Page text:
KLEIN: I always think of your collaborations with Robert Lee Morris [jewelry designer, who first worked with Donna Karan in 1994]. They made such a strong statement. You did a lot for Robert and his jewelry, and what he was doing with you for your clothes said so much.
KARAN: It was just more fun that way. I don’t ever want it to be only about me.
KLEIN: So what makes you happy?
KARAN: Going to Africa with you. [laughs]
KLEIN: I was going to get to that later!
KARAN: Traveling. I’m a nature bug. You know I love nature. I love skiing, I love the sun, I love my children, I love my grandchildren, I love my family and friends . . . and whatever I haven’t done. Right now I’m on a mission. I have missions. I always see a void, a problem, and I’m there to fix a problem. So DKNY was a problem. There was a void in the market, so there it was—my daughter and her friends wearing all of my clothes. I couldn’t stand the fact that anybody else was dressing like me. It was supposed to be for me and my friends, not my daughter and her friends!
KLEIN: Wait. If you’re going to get into DKNY, I have to say that when you launched DKNY, I thought it was the most brilliant launch of any business on Seventh Avenue. It was so cohesive and courageous. You were a major designer, a name people knew around the world. And suddenly you were going into price points that designers didn’t do, and you did it with a vision. The name, the whole thing—it’s genius.
KARAN: I’ll explain the whole thing, because it’s really very simple. I had been displaced from Anne Klein. I had to go back to grassroots when I started Donna Karan. I found this little showroom with a kitchen, and that’s where I started it. Patti [Cohen, public relations director] came with me because she was at Anne Klein. She said, “You can’t do all of this by yourself. You’re going to need someone—to do tags, labels, all of those things.” I had forgotten about that stuff. When you’re used to having your own posse in a huge organization, to start something from scratch is a challenge. You know this more than anybody. When Donna Karan started, I didn’t like the name Donna Karan. [laughs] I had a real problem with it. I was so used to designing under somebody else’s name that I didn’t want to go out there with my own. I’m sitting in the kitchen, and I see the name “Maud Frizon/Paris, London” on a shoebox. I’m thinking, “That’s cool. What about Donna Karan New York?” Because it won’t be about me. It will be about New York City. Why New York City? Because New York City says the world. I wanted an international brand. Donna Karan’s just another boring name. So I called up [marketing executive] Peter Arnell and said, “How about Donna Karan New York?” He says, “What are the people in Los Angeles going to say?” [laughs] I’ll never forget that.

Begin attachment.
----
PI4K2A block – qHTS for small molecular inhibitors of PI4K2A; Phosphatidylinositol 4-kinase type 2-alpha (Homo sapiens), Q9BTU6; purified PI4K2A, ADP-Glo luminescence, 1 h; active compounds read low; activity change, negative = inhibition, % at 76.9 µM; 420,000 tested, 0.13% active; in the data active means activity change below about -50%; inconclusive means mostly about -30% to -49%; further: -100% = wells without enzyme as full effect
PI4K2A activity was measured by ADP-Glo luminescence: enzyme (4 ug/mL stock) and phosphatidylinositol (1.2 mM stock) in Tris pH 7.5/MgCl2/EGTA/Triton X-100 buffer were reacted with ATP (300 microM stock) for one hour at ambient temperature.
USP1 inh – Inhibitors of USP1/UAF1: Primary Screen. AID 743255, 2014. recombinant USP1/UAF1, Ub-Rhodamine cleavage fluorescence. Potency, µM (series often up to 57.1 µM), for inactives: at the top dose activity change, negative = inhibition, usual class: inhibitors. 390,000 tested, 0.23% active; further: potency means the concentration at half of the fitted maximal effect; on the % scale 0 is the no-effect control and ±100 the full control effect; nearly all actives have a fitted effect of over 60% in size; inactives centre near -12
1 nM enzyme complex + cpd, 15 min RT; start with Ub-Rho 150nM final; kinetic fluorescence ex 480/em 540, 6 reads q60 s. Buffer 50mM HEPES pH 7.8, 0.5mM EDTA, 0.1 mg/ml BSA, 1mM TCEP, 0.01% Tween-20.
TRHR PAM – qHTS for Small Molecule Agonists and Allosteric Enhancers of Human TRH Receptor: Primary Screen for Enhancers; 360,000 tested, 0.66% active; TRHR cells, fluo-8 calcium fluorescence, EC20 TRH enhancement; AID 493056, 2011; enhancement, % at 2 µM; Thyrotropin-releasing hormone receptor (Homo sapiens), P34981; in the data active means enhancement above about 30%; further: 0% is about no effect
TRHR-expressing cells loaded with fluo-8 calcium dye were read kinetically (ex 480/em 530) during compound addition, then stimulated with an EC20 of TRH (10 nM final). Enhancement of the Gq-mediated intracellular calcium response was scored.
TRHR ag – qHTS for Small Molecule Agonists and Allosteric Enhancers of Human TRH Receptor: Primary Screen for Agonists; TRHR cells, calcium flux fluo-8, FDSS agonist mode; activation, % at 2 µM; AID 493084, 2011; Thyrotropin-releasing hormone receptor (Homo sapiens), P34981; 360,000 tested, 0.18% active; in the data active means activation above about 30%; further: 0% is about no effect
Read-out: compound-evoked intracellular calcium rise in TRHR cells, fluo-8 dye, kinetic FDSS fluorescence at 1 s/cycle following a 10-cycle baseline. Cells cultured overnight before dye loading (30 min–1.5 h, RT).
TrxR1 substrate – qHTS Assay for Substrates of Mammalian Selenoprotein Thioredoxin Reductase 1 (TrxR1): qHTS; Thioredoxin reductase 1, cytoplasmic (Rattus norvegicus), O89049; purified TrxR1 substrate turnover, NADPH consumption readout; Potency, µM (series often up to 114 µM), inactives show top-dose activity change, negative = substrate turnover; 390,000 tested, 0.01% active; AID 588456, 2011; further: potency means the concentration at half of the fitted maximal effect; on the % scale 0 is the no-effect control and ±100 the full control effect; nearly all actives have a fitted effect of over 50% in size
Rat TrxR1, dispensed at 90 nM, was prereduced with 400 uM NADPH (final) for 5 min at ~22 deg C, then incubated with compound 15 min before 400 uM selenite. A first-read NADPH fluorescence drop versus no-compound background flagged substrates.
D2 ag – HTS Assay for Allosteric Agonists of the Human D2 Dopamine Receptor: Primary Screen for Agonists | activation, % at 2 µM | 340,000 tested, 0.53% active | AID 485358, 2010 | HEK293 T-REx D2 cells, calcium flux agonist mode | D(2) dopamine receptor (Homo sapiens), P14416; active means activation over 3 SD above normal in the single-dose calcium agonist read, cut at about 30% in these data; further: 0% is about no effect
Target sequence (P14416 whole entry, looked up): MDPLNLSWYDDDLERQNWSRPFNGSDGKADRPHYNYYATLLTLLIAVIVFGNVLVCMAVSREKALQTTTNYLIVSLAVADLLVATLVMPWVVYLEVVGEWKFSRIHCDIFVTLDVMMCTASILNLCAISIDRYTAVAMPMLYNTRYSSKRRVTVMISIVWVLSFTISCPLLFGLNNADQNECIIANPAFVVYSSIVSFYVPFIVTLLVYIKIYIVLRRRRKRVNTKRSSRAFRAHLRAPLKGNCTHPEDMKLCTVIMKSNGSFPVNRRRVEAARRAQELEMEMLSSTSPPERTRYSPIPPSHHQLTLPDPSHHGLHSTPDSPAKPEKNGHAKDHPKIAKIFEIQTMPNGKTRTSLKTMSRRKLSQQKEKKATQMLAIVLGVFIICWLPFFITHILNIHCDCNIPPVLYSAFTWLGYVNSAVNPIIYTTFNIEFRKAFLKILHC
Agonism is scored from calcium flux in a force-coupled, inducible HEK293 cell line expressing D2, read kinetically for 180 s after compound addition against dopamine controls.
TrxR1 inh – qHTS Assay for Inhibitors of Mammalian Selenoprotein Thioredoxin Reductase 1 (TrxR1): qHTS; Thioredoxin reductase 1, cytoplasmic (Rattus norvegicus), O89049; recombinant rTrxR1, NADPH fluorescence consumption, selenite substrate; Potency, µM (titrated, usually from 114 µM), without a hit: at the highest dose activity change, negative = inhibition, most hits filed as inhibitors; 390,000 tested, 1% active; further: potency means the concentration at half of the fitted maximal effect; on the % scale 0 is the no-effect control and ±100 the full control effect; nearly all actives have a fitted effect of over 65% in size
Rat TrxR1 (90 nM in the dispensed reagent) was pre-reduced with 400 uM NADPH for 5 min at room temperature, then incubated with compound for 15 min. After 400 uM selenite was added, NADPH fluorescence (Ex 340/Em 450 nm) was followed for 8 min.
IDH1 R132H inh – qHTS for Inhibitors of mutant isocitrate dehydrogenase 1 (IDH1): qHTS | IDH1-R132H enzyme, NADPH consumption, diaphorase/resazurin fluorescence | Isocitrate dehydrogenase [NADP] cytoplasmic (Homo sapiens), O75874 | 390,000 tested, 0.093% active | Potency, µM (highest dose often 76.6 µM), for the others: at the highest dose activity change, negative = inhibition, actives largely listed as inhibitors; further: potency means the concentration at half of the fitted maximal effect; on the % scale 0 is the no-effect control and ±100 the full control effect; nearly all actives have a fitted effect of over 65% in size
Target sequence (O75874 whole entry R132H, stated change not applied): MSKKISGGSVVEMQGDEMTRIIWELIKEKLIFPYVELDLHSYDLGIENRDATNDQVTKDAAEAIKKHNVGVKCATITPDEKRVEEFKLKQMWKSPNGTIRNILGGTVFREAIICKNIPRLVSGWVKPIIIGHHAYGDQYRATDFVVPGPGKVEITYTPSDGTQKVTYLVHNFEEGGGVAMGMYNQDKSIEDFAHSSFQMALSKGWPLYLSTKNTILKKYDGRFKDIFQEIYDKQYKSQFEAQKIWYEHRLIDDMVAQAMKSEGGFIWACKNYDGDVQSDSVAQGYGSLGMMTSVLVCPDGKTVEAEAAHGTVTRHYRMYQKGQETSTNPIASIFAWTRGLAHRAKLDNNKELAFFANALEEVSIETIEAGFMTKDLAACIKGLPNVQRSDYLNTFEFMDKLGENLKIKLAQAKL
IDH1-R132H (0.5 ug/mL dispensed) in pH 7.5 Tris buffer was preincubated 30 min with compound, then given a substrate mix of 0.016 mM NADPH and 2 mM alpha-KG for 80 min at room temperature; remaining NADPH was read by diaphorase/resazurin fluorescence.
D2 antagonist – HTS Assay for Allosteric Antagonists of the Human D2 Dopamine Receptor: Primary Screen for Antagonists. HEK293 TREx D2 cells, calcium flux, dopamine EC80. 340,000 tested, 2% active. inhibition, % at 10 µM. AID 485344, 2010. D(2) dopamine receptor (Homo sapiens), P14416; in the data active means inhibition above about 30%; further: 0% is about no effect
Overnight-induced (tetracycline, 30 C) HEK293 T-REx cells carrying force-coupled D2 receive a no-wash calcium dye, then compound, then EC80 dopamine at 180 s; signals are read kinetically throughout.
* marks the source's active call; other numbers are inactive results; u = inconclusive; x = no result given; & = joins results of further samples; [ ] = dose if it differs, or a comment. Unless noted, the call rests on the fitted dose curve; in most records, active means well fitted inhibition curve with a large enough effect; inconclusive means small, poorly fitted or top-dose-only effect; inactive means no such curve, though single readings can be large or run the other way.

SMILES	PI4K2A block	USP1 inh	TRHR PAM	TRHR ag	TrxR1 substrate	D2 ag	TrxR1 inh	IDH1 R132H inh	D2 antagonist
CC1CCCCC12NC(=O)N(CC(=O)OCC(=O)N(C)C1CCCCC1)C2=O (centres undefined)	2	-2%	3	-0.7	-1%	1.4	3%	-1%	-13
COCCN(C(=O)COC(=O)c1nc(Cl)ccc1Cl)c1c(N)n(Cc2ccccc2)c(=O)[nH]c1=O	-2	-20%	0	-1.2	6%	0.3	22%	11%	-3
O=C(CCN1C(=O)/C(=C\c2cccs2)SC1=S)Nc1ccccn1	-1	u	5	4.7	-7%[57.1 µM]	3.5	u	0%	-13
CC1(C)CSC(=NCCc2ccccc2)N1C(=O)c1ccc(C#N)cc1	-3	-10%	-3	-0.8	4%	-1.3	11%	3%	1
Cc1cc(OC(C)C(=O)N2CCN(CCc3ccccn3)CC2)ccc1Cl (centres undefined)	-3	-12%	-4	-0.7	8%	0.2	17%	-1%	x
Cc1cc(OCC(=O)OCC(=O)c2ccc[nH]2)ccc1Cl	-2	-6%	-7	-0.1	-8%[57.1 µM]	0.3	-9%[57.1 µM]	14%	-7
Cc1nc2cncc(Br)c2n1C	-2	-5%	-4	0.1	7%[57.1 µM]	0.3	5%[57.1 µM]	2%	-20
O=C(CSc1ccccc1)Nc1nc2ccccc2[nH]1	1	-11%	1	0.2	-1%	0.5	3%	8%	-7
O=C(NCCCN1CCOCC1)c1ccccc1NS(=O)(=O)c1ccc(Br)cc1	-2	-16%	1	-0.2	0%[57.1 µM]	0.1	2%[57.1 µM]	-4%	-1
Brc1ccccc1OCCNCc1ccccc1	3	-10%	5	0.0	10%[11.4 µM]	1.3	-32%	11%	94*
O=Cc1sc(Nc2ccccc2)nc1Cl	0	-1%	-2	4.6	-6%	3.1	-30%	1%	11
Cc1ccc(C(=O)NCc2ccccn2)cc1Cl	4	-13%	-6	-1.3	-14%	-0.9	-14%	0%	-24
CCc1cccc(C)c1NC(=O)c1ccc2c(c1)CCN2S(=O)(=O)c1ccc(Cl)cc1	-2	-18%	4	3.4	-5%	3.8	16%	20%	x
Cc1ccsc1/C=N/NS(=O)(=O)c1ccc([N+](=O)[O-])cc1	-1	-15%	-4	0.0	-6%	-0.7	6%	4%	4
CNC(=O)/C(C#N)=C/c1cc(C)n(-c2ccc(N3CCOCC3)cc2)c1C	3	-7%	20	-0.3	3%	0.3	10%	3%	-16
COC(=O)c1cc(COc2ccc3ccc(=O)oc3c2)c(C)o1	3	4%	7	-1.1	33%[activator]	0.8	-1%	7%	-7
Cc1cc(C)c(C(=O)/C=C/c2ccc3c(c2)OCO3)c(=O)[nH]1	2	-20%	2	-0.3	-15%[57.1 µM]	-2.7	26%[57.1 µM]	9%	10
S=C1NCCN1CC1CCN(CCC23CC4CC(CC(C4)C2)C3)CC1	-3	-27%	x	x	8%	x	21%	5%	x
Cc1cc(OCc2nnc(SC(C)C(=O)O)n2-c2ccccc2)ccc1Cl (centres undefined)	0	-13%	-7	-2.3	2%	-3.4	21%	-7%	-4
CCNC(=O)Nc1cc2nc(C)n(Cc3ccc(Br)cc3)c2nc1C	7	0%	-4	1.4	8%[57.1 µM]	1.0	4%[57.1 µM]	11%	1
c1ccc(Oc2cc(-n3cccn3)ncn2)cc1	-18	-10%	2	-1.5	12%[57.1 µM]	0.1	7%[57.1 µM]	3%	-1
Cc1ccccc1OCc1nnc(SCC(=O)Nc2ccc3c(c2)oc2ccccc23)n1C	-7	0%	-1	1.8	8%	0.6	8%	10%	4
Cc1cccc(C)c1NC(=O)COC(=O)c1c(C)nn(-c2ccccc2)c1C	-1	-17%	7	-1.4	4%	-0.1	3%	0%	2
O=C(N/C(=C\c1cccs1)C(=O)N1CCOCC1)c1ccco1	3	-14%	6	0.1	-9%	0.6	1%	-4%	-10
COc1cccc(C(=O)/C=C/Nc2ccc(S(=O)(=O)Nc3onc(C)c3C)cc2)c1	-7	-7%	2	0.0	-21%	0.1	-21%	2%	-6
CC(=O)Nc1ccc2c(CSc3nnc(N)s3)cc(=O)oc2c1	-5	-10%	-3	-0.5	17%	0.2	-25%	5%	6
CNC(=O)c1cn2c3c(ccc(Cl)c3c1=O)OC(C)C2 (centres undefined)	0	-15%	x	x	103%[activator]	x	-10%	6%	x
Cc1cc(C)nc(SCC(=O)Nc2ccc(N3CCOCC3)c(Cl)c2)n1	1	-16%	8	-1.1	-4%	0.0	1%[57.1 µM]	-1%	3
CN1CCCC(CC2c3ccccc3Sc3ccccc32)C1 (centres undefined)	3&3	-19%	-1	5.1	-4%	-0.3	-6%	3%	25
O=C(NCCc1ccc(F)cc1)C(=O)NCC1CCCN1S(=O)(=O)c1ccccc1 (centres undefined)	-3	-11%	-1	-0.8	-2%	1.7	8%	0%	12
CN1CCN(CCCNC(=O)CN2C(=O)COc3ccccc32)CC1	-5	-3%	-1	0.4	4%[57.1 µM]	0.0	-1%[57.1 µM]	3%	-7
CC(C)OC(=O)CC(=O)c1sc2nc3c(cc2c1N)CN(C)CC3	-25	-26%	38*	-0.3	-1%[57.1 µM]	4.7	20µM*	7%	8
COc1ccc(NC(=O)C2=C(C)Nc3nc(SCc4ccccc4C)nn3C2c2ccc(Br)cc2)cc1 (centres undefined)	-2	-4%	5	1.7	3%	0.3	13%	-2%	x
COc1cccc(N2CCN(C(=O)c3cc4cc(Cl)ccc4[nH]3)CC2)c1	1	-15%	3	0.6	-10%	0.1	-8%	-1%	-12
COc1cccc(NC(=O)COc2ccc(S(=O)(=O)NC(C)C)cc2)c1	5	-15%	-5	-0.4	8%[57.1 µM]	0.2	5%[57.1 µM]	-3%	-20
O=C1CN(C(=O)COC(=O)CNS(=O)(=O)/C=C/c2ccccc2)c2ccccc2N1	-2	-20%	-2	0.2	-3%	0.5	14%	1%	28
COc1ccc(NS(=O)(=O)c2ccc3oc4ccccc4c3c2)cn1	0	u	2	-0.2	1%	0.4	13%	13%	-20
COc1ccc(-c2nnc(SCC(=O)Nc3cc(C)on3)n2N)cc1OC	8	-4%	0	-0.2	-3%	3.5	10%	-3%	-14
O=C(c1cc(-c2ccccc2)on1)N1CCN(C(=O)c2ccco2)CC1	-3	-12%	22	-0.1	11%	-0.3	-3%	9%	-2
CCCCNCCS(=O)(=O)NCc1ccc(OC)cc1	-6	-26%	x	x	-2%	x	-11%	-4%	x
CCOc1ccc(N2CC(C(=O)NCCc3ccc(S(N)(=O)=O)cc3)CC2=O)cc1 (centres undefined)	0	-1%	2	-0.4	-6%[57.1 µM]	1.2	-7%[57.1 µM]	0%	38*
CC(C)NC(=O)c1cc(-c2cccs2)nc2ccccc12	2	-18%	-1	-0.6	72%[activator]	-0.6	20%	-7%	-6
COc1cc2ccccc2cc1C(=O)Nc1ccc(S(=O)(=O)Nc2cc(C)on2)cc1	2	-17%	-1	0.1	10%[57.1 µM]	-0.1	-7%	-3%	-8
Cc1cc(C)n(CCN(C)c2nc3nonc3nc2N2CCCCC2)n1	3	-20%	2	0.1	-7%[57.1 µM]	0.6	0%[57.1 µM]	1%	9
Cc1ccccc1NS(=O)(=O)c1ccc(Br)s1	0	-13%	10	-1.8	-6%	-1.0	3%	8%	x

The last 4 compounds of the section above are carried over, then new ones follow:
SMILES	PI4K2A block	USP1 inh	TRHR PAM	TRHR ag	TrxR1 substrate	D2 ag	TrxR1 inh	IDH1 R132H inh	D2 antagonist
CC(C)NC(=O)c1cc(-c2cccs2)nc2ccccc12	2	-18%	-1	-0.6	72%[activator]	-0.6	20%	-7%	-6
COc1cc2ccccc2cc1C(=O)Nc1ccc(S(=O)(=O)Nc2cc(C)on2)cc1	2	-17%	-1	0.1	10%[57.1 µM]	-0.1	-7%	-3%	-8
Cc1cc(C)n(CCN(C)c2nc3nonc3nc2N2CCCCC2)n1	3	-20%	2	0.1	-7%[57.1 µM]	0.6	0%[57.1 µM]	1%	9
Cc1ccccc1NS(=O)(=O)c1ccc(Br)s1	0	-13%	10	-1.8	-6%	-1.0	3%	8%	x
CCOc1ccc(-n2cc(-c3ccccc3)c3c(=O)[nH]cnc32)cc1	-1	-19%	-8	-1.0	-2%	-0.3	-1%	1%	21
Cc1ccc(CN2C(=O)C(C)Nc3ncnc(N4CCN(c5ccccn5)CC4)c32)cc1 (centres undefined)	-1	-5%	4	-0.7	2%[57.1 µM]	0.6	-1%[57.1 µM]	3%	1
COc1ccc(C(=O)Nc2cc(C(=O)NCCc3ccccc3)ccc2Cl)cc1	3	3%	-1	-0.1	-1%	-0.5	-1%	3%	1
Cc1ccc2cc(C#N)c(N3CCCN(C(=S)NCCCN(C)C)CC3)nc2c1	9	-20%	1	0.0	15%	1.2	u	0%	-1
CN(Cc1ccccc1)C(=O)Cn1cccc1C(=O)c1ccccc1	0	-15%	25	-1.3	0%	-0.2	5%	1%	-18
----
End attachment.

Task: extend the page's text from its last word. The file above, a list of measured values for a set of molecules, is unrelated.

KLEIN: That’s so great.
KARAN: He says, “You’re crazy. You can’t call it Donna Karan New York.” I go, “Why? I want everything to be about New York.” He says, “How are people living in the rest of the country gonna look at it?” I said, “Well, everybody lives in New York. I mean, everybody relates to New York as a bridge to the world.” So that’s how New York came in. Then things started to get juicy. I wanted to play myself down and play up New York, because I figured Ralph Lauren owns America, you own sex, what was I going to own? [laughs] I was frustrated. But DKNY came out of the inspiration I got from your jean business. Jeans are jeans—they are the core essence of American fashion, in my opinion.
KLEIN: I remember that the launch of DKNY was pretty amazing.
KARAN: When DKNY launched, I didn’t tell my partners about it at the time. They had no idea. I said, “I want to do a collection that is androgynous, that is not about women, not about men, not about children. It could be about dogs, about anything that our family communicates with—what are the pieces that are universal? She was his, he was hers . . . We both wear a blazer, and we both wear a T-shirt.” So it’s based on a man’s approach, and I wanted to start with menswear—men’s and womenswear. And Stephan [Weiss, Karan’s late husband] at that point said to me, “Donna, you can’t start with men’s, unless you do luxury men’s. If you start men’s at a less expensive rate, you’ll never be able to do luxury men’s.” I said, “Listen, this is my vision. I see it as the seven-easy-pieces collection.” It was the men’s blazer, a pair of jeans, a navy-blue blazer, a utility jumpsuit, an anorak, an oversized sweater, and a pair of Keds sneakers. All I wanted was to have these pieces in Times Square to show that this is New York and the streets of New York. People always asked me, “How does Donna Karan see New York?” I’d say, “In a car.” Then they’d ask, “How about DKNY?” And I’d say, “In a subway or a bus.” That was the difference.
KLEIN: If you were Donna Karan, was Gabby DKNY?
KARAN: I see DKNY as my other life. It was the embraceable life. It was when I’m not working. I saw it as my sport life, my Hamptons life, my casual life.
KLEIN: How did you end up dividing your time? You must have been doing Donna Karan day and night, 24/7, to begin with. How did you make that transition?